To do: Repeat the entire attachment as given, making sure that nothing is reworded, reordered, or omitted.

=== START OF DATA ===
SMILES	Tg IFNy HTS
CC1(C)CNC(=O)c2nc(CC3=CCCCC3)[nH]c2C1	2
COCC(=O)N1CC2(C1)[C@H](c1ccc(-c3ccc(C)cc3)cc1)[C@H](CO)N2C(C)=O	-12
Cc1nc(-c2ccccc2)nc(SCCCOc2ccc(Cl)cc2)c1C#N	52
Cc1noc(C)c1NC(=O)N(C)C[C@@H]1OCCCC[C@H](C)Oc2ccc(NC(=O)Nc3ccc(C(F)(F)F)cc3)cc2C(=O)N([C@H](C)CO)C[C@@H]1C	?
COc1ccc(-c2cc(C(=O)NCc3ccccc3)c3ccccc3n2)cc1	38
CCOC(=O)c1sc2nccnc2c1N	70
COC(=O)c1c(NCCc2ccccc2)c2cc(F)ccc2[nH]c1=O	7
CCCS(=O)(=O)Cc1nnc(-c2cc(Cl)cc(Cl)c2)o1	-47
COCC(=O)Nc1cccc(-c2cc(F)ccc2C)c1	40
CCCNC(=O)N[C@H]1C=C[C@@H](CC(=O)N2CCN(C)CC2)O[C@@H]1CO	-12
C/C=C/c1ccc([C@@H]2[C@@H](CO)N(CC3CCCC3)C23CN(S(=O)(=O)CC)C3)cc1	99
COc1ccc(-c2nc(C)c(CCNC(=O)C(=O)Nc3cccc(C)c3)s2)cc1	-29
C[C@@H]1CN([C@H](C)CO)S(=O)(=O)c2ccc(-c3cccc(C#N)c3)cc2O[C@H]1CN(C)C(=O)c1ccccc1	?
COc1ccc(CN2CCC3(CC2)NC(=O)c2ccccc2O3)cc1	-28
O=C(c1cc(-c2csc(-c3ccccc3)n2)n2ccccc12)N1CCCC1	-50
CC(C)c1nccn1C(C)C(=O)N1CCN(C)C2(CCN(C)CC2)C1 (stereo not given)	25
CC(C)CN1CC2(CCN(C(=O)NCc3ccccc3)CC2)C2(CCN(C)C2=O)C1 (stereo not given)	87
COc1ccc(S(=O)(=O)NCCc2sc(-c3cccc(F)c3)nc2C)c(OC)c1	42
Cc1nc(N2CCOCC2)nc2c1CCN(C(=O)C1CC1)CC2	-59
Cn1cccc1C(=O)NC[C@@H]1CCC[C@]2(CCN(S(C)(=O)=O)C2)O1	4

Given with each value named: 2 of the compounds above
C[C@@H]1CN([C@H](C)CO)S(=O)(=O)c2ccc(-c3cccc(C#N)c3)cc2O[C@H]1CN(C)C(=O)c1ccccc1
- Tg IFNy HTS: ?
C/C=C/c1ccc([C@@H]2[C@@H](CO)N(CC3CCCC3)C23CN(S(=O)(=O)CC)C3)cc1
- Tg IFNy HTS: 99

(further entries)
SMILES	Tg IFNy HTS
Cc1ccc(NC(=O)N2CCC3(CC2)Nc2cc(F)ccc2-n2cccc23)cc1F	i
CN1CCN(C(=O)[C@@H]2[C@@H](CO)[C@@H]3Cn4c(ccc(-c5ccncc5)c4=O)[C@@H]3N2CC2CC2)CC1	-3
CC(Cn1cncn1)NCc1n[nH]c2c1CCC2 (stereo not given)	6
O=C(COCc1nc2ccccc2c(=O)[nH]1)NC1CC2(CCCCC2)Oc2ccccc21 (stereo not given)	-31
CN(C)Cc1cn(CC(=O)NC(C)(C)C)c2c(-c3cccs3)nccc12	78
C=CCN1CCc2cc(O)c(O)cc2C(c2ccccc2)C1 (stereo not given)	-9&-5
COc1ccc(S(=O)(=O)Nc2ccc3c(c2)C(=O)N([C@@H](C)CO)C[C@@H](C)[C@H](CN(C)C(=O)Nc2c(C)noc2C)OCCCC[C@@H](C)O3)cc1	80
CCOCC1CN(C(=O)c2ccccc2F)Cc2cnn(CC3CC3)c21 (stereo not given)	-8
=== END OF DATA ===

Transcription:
SMILES	Tg IFNy HTS
CC1(C)CNC(=O)c2nc(CC3=CCCCC3)[nH]c2C1	2
COCC(=O)N1CC2(C1)[C@H](c1ccc(-c3ccc(C)cc3)cc1)[C@H](CO)N2C(C)=O	-12
Cc1nc(-c2ccccc2)nc(SCCCOc2ccc(Cl)cc2)c1C#N	52
Cc1noc(C)c1NC(=O)N(C)C[C@@H]1OCCCC[C@H](C)Oc2ccc(NC(=O)Nc3ccc(C(F)(F)F)cc3)cc2C(=O)N([C@H](C)CO)C[C@@H]1C	?
COc1ccc(-c2cc(C(=O)NCc3ccccc3)c3ccccc3n2)cc1	38
CCOC(=O)c1sc2nccnc2c1N	70
COC(=O)c1c(NCCc2ccccc2)c2cc(F)ccc2[nH]c1=O	7
CCCS(=O)(=O)Cc1nnc(-c2cc(Cl)cc(Cl)c2)o1	-47
COCC(=O)Nc1cccc(-c2cc(F)ccc2C)c1	40
CCCNC(=O)N[C@H]1C=C[C@@H](CC(=O)N2CCN(C)CC2)O[C@@H]1CO	-12
C/C=C/c1ccc([C@@H]2[C@@H](CO)N(CC3CCCC3)C23CN(S(=O)(=O)CC)C3)cc1	99
COc1ccc(-c2nc(C)c(CCNC(=O)C(=O)Nc3cccc(C)c3)s2)cc1	-29
C[C@@H]1CN([C@H](C)CO)S(=O)(=O)c2ccc(-c3cccc(C#N)c3)cc2O[C@H]1CN(C)C(=O)c1ccccc1	?
COc1ccc(CN2CCC3(CC2)NC(=O)c2ccccc2O3)cc1	-28
O=C(c1cc(-c2csc(-c3ccccc3)n2)n2ccccc12)N1CCCC1	-50
CC(C)c1nccn1C(C)C(=O)N1CCN(C)C2(CCN(C)CC2)C1 (stereo not given)	25
CC(C)CN1CC2(CCN(C(=O)NCc3ccccc3)CC2)C2(CCN(C)C2=O)C1 (stereo not given)	87
COc1ccc(S(=O)(=O)NCCc2sc(-c3cccc(F)c3)nc2C)c(OC)c1	42
Cc1nc(N2CCOCC2)nc2c1CCN(C(=O)C1CC1)CC2	-59
Cn1cccc1C(=O)NC[C@@H]1CCC[C@]2(CCN(S(C)(=O)=O)C2)O1	4

Given with each value named: 2 of the compounds above
C[C@@H]1CN([C@H](C)CO)S(=O)(=O)c2ccc(-c3cccc(C#N)c3)cc2O[C@H]1CN(C)C(=O)c1ccccc1
- Tg IFNy HTS: ?
C/C=C/c1ccc([C@@H]2[C@@H](CO)N(CC3CCCC3)C23CN(S(=O)(=O)CC)C3)cc1
- Tg IFNy HTS: 99

(further entries)
SMILES	Tg IFNy HTS
Cc1ccc(NC(=O)N2CCC3(CC2)Nc2cc(F)ccc2-n2cccc23)cc1F	i
CN1CCN(C(=O)[C@@H]2[C@@H](CO)[C@@H]3Cn4c(ccc(-c5ccncc5)c4=O)[C@@H]3N2CC2CC2)CC1	-3
CC(Cn1cncn1)NCc1n[nH]c2c1CCC2 (stereo not given)	6
O=C(COCc1nc2ccccc2c(=O)[nH]1)NC1CC2(CCCCC2)Oc2ccccc21 (stereo not given)	-31
CN(C)Cc1cn(CC(=O)NC(C)(C)C)c2c(-c3cccs3)nccc12	78
C=CCN1CCc2cc(O)c(O)cc2C(c2ccccc2)C1 (stereo not given)	-9&-5
COc1ccc(S(=O)(=O)Nc2ccc3c(c2)C(=O)N([C@@H](C)CO)C[C@@H](C)[C@H](CN(C)C(=O)Nc2c(C)noc2C)OCCCC[C@@H](C)O3)cc1	80
CCOCC1CN(C(=O)c2ccccc2F)Cc2cnn(CC3CC3)c21 (stereo not given)	-8